Right now the Gene Herde is lurking around industrial sites of or on the outskirts of Louisville.
Jos just called. The Captain told him that they will probably be coming by Madison at 9 o'clock this evening (give or take an hour.) He says he'll have a flashlight for signalling!
1:43 pm OR 601N
At 4:13 the Gene Herde was at 599N. Forty-two miles downstream from Madison.
6:36 OR 588N
7:35 OR 583N
9:38 OR 573N
Next thing that happened was a phone call from Jos, thinking he could see the power plant.
May 24, 2013
Gene Herde 5:45 am Ohio River 719N near Cannelton, IN
According to Wikipedia, Cannelton Locks and Dam provide 114 miles of calm recreational waters between Cannelton and Louisville, Kentucky.
Cannelton, which has a population of 1500, is the smallest city incorporated in the state of Indiana.
Gene Herde was at OR 647 a little while ago (it's 8:30 pm now.) Hmmm. If I'm doing my arithmetic correctly it could be coming by Madison tomorrow morning at 6:30 or so!
But you never know. They will probably have to stop at some port or other between now and then to do some adding, subtracting, and rearranging of barges.
P.S. I wasn't doing my arithmetic correctly - and one of my numbers was wrong! I'm hanging my head.
May 23, 2013
Gene Herde 4:27 am Ohio River 777N Newburgh, IN
Newburgh is just east of Evansville, IN and I can see through my one open eye that it has quite an interesting history. It used to be one of the largest ports on the river, according to Wikipedia, and when I can keep more than one eye open, I might read more... Shawnee tribes... Angel Mound... closing of the railroad made Evansville more economically important... any errors are totally my own...zzzzzzzzzz.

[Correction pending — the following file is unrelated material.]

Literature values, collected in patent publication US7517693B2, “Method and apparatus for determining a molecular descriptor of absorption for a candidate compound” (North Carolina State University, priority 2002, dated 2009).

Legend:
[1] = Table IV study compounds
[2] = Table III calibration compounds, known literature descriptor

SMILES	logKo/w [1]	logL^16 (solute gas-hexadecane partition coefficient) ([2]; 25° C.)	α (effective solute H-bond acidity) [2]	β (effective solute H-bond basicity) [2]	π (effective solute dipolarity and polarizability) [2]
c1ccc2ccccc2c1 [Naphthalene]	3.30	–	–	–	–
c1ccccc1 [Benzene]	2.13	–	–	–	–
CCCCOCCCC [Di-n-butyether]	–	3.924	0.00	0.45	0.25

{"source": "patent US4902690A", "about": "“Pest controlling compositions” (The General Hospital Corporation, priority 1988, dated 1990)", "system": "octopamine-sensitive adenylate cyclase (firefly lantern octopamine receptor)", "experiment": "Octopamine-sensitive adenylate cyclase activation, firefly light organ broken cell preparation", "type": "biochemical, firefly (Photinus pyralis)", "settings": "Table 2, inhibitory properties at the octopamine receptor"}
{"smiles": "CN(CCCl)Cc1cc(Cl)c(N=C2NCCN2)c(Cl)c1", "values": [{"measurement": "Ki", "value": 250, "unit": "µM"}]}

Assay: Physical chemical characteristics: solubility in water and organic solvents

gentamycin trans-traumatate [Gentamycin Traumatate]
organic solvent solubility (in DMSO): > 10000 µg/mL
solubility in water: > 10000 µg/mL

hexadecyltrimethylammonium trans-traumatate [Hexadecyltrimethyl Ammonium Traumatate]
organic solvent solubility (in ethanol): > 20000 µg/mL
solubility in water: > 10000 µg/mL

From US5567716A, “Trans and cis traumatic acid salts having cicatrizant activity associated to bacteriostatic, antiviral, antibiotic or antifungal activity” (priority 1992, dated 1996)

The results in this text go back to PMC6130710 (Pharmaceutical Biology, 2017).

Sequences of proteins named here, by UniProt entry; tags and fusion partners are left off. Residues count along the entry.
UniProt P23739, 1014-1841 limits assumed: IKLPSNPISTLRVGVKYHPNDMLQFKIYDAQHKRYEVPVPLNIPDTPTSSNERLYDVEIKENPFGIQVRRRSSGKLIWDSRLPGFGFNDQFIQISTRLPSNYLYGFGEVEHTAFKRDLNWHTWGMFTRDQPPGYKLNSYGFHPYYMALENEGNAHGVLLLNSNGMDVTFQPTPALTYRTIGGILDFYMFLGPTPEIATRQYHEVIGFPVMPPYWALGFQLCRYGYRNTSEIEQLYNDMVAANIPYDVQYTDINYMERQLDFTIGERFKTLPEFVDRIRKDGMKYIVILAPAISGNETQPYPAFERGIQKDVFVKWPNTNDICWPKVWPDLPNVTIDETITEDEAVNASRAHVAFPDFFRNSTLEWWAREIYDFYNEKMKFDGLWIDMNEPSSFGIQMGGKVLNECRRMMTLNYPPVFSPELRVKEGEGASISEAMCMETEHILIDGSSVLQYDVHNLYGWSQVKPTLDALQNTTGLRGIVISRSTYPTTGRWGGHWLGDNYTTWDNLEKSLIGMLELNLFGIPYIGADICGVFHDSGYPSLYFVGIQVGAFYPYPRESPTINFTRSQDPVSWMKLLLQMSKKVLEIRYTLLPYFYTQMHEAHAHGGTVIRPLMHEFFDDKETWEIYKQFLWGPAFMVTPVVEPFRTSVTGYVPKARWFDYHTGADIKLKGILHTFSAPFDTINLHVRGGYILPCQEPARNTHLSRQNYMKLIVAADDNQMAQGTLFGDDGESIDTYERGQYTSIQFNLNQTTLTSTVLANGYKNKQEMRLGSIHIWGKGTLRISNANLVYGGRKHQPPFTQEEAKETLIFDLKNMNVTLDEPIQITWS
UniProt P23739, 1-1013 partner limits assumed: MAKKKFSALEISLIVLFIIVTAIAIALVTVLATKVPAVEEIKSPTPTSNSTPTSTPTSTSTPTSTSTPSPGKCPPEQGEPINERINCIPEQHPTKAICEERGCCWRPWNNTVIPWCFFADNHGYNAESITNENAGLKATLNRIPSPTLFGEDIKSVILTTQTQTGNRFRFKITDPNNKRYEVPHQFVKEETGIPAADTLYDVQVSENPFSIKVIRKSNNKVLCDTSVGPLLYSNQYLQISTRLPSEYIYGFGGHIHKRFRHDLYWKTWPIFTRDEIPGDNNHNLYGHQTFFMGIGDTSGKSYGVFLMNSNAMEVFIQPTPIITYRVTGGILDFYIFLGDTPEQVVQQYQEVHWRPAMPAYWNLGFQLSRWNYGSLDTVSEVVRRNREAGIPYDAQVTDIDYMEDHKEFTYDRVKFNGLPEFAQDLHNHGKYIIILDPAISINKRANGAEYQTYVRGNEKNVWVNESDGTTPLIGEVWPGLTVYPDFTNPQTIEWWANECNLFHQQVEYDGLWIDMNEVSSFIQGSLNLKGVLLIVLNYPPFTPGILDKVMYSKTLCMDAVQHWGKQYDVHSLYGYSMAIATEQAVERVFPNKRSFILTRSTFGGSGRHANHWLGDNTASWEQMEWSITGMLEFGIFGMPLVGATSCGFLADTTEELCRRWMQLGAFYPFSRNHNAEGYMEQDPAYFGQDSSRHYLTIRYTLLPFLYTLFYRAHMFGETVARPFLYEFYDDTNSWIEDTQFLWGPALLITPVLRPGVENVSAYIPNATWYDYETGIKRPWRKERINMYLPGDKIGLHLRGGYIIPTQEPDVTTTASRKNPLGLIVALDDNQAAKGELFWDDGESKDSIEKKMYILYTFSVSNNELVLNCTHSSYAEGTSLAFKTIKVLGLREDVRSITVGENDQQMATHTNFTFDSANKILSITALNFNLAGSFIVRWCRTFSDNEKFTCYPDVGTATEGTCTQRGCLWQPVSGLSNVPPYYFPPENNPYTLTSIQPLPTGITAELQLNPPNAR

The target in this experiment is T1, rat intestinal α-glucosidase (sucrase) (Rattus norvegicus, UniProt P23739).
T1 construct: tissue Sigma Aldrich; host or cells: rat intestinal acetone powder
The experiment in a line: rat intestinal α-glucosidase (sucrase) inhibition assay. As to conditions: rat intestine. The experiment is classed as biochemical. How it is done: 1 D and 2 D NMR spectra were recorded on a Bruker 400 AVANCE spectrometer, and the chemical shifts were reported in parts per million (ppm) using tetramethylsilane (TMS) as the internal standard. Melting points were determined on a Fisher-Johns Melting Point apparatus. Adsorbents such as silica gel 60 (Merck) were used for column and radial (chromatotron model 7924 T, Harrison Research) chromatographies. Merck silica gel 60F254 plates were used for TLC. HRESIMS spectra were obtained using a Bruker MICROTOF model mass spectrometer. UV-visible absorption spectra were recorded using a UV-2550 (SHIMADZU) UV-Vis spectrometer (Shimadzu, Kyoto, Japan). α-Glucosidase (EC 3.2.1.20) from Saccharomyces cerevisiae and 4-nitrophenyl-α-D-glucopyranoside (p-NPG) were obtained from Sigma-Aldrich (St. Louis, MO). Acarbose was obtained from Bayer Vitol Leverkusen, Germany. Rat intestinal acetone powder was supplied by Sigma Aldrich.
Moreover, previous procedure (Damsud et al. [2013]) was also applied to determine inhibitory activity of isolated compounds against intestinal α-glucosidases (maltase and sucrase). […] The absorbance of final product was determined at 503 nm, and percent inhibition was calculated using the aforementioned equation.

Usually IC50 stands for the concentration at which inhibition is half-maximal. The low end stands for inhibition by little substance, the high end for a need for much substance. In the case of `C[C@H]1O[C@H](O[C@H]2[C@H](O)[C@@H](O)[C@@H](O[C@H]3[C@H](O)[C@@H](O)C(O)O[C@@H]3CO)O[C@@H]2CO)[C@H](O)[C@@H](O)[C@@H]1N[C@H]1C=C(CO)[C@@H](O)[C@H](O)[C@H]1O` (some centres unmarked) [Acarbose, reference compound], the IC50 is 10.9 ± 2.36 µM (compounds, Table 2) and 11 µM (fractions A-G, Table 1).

Of course if I go back to bed I'll wake up! Meanwhile on the Gene Herde half of the crew is awake and on duty, including, probably Joseph who will serve breakfast at five. Hmmm. I forgot to ask him if they will be on Eastern time now.
For lunch Jos served pork and red beans, a vegetable dish, and some complex carbohydrate I confess I forgot. For supper it was shrimp and chicken. These guys don't like dinky shrimp, they like big shrimp!
At about one-thirty the Gene Herde was near Rockport, IN and 15 minutes ago or so they were at 737N, which is about 10 miles upstream from Rockport. They are coming this way. Yippee!
Jos tells me there is a dark side to working on a towboat, I'm sorry to say. The crew reports that sometimes people stand on the bridges and try to hit them with rocks and bottles. People have been known to dangle fishhooks off bridges to try to snag them!